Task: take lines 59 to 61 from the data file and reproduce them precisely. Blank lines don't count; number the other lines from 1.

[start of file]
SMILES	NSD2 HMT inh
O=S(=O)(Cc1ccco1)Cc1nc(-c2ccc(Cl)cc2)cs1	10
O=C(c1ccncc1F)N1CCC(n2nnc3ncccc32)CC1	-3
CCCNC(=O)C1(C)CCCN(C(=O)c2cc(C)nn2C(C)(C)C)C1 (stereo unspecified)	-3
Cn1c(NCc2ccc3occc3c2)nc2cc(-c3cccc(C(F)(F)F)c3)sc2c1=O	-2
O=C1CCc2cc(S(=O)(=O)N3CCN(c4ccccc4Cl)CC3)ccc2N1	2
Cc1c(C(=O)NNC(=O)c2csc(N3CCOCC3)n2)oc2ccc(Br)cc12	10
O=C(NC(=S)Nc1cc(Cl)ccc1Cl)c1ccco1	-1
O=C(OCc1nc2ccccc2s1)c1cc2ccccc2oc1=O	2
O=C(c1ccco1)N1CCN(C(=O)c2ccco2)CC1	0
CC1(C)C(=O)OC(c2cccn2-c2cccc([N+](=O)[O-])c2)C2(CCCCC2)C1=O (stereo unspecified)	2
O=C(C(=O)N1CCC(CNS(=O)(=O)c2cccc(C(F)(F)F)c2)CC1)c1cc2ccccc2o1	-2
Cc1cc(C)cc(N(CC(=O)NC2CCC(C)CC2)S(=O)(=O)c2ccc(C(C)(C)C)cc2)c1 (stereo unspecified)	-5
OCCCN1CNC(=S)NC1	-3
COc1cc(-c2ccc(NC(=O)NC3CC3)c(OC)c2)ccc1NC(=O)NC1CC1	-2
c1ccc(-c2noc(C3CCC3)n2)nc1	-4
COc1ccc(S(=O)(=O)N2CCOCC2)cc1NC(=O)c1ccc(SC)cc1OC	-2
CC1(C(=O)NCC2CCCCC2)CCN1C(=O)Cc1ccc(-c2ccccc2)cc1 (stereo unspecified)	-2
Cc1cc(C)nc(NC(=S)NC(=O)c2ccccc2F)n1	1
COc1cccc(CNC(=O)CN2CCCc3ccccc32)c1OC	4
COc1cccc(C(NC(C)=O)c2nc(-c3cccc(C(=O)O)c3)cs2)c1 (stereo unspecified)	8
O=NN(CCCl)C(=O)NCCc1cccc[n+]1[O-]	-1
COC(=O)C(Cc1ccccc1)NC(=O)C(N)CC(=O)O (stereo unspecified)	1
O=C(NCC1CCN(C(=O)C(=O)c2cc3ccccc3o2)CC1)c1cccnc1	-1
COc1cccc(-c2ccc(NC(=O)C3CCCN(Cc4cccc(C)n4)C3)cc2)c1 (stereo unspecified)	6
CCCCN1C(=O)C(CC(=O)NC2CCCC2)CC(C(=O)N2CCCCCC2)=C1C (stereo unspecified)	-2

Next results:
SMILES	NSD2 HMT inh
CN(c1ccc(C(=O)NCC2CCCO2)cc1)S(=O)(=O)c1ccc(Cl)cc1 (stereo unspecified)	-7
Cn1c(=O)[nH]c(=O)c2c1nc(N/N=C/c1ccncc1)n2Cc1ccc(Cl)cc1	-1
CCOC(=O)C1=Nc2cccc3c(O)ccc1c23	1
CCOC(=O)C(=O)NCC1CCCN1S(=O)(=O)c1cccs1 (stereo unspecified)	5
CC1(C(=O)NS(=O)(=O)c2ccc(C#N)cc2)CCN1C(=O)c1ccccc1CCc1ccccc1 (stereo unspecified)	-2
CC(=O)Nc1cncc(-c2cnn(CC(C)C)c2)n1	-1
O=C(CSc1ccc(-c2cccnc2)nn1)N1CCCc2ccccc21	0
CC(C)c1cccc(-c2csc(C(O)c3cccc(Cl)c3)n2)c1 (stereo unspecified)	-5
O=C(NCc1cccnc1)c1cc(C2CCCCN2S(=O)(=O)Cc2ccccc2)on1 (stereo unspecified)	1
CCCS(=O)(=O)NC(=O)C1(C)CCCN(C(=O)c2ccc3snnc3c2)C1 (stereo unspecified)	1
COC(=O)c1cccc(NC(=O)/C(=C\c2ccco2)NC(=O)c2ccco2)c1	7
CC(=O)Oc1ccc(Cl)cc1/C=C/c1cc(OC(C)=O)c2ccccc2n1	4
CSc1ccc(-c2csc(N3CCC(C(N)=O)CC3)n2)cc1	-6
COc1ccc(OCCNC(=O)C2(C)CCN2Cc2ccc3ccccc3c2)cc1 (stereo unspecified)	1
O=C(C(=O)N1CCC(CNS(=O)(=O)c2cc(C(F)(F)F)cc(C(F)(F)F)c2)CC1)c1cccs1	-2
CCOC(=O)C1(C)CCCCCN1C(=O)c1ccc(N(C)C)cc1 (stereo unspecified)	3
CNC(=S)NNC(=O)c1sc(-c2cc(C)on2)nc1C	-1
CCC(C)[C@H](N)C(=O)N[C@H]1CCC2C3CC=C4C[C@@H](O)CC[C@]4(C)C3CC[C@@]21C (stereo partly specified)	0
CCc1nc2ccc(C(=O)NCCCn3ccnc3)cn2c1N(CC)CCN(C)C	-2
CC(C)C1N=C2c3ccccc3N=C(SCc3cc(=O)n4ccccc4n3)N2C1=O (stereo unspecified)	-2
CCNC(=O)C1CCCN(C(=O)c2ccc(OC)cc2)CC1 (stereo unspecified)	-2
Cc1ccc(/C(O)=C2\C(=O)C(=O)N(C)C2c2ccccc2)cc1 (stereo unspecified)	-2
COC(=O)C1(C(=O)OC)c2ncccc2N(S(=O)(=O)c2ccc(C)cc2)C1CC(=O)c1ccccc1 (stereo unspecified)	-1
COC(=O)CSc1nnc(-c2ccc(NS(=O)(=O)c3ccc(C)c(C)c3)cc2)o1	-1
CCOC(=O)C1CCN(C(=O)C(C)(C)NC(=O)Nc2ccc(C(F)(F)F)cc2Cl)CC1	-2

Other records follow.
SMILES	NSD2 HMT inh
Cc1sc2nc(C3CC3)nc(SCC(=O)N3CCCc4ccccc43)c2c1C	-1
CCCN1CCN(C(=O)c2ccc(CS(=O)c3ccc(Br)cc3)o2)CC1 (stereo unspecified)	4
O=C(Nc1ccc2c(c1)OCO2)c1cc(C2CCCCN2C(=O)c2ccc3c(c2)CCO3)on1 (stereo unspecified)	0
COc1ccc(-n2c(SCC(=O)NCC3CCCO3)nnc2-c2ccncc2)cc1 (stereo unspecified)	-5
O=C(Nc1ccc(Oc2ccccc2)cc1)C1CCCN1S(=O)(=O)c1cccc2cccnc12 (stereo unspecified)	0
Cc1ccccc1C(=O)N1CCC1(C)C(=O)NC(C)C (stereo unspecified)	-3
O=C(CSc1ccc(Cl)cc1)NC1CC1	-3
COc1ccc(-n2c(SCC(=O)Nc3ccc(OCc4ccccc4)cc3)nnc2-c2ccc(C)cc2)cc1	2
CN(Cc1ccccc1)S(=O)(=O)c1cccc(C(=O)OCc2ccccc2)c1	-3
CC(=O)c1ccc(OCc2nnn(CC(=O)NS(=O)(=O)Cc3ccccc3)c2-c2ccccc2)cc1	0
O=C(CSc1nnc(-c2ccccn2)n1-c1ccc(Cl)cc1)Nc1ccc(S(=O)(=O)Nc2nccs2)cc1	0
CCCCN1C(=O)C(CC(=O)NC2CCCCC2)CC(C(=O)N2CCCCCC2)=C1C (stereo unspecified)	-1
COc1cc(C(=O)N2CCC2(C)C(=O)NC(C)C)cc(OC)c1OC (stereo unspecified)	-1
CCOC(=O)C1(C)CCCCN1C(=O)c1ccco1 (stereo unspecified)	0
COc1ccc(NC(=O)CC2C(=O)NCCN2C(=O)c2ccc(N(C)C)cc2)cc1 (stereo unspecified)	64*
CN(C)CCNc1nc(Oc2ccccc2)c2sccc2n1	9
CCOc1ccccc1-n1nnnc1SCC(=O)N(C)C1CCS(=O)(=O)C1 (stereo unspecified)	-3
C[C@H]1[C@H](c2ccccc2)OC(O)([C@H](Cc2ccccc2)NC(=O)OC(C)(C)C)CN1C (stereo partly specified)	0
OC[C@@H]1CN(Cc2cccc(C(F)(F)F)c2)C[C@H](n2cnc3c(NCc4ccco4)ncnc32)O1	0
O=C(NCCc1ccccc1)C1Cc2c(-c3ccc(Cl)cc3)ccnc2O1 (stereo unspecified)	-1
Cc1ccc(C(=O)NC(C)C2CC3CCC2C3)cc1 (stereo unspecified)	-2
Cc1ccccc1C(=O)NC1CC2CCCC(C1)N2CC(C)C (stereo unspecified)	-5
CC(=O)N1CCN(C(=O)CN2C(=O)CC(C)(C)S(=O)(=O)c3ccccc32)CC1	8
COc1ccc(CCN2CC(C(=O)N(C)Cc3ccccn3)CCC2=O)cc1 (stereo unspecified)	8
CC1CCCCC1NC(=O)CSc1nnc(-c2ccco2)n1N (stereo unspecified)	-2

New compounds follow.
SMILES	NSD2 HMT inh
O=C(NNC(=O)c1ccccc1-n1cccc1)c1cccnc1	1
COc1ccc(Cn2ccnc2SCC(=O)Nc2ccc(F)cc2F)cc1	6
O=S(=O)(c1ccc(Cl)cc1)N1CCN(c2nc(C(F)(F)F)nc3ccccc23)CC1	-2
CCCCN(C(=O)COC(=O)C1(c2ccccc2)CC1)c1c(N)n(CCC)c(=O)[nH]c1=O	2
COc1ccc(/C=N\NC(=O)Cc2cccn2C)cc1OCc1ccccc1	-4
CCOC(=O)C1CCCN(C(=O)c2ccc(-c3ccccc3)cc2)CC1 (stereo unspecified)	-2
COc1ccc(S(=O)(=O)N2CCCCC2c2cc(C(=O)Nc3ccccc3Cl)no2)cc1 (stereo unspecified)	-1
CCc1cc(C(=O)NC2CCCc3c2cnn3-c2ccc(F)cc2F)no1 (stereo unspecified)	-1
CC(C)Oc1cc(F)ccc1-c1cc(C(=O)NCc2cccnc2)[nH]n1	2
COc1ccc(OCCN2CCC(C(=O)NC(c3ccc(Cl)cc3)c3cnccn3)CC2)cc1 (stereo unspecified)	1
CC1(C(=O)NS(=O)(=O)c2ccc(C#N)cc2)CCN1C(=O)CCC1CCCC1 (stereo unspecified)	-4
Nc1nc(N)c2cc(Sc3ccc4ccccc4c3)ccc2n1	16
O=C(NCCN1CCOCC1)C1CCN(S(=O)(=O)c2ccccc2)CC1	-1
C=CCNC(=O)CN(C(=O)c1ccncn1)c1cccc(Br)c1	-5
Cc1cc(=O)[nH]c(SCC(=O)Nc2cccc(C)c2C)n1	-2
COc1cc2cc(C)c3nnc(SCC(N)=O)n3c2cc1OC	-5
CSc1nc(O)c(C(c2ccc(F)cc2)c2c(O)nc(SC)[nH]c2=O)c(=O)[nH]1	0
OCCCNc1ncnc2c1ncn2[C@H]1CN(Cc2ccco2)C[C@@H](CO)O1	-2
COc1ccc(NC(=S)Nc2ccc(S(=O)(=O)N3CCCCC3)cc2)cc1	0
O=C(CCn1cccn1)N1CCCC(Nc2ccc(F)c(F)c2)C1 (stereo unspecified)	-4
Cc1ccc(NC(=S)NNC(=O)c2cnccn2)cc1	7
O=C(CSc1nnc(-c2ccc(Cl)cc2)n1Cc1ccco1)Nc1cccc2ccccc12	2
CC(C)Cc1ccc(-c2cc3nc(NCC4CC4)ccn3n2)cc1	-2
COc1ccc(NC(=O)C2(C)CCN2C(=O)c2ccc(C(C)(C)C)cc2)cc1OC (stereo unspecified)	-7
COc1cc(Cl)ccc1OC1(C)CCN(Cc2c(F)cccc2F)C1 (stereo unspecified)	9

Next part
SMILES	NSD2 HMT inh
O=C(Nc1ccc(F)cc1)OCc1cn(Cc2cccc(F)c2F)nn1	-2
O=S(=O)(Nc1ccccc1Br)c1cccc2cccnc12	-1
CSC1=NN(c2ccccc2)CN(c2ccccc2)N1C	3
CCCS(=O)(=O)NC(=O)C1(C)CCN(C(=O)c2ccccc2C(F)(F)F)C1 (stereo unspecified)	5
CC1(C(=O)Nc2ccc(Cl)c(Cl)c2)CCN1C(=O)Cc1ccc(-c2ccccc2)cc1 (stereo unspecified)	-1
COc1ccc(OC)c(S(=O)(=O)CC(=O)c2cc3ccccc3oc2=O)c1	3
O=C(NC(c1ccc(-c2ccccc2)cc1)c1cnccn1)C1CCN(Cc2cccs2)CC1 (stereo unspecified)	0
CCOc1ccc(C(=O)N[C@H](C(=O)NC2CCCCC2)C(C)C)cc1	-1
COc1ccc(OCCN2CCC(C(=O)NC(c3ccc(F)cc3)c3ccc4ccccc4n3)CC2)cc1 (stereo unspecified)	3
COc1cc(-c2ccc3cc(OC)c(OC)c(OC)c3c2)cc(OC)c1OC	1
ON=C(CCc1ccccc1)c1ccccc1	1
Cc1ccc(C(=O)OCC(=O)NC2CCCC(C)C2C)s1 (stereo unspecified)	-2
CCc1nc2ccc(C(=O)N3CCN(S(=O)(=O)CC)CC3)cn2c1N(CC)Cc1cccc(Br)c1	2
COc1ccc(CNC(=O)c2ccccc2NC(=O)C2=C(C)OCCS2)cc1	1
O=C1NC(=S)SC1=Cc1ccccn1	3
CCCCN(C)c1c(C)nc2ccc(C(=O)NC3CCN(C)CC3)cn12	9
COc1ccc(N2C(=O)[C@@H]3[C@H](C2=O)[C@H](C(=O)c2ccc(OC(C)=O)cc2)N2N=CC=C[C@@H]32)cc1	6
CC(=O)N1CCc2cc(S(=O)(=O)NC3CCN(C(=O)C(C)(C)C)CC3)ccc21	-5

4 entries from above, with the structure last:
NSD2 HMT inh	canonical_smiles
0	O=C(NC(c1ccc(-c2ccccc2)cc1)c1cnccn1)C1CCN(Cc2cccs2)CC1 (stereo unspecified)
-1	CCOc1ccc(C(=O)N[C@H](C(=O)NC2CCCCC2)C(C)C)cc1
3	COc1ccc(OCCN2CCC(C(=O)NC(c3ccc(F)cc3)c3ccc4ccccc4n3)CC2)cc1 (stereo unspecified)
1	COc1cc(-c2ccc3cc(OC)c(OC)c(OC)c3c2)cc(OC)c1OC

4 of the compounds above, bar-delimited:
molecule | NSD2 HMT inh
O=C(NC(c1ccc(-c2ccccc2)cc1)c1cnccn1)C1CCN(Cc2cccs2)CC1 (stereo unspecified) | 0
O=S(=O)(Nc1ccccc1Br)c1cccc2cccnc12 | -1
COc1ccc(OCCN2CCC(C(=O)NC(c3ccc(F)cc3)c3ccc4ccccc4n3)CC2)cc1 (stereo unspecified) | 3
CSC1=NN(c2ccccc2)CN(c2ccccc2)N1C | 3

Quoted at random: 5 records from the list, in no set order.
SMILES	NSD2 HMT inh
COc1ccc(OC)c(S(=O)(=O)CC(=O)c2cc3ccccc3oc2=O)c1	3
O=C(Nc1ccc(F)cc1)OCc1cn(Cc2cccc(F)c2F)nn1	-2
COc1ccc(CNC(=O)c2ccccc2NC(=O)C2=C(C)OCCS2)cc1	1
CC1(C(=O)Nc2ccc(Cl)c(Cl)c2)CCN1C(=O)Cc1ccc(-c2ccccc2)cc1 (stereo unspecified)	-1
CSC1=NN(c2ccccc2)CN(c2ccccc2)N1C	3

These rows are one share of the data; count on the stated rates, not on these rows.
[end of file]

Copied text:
COc1ccc(-n2c(SCC(=O)NCC3CCCO3)nnc2-c2ccncc2)cc1 (stereo unspecified)	-5
O=C(Nc1ccc(Oc2ccccc2)cc1)C1CCCN1S(=O)(=O)c1cccc2cccnc12 (stereo unspecified)	0
Cc1ccccc1C(=O)N1CCC1(C)C(=O)NC(C)C (stereo unspecified)	-3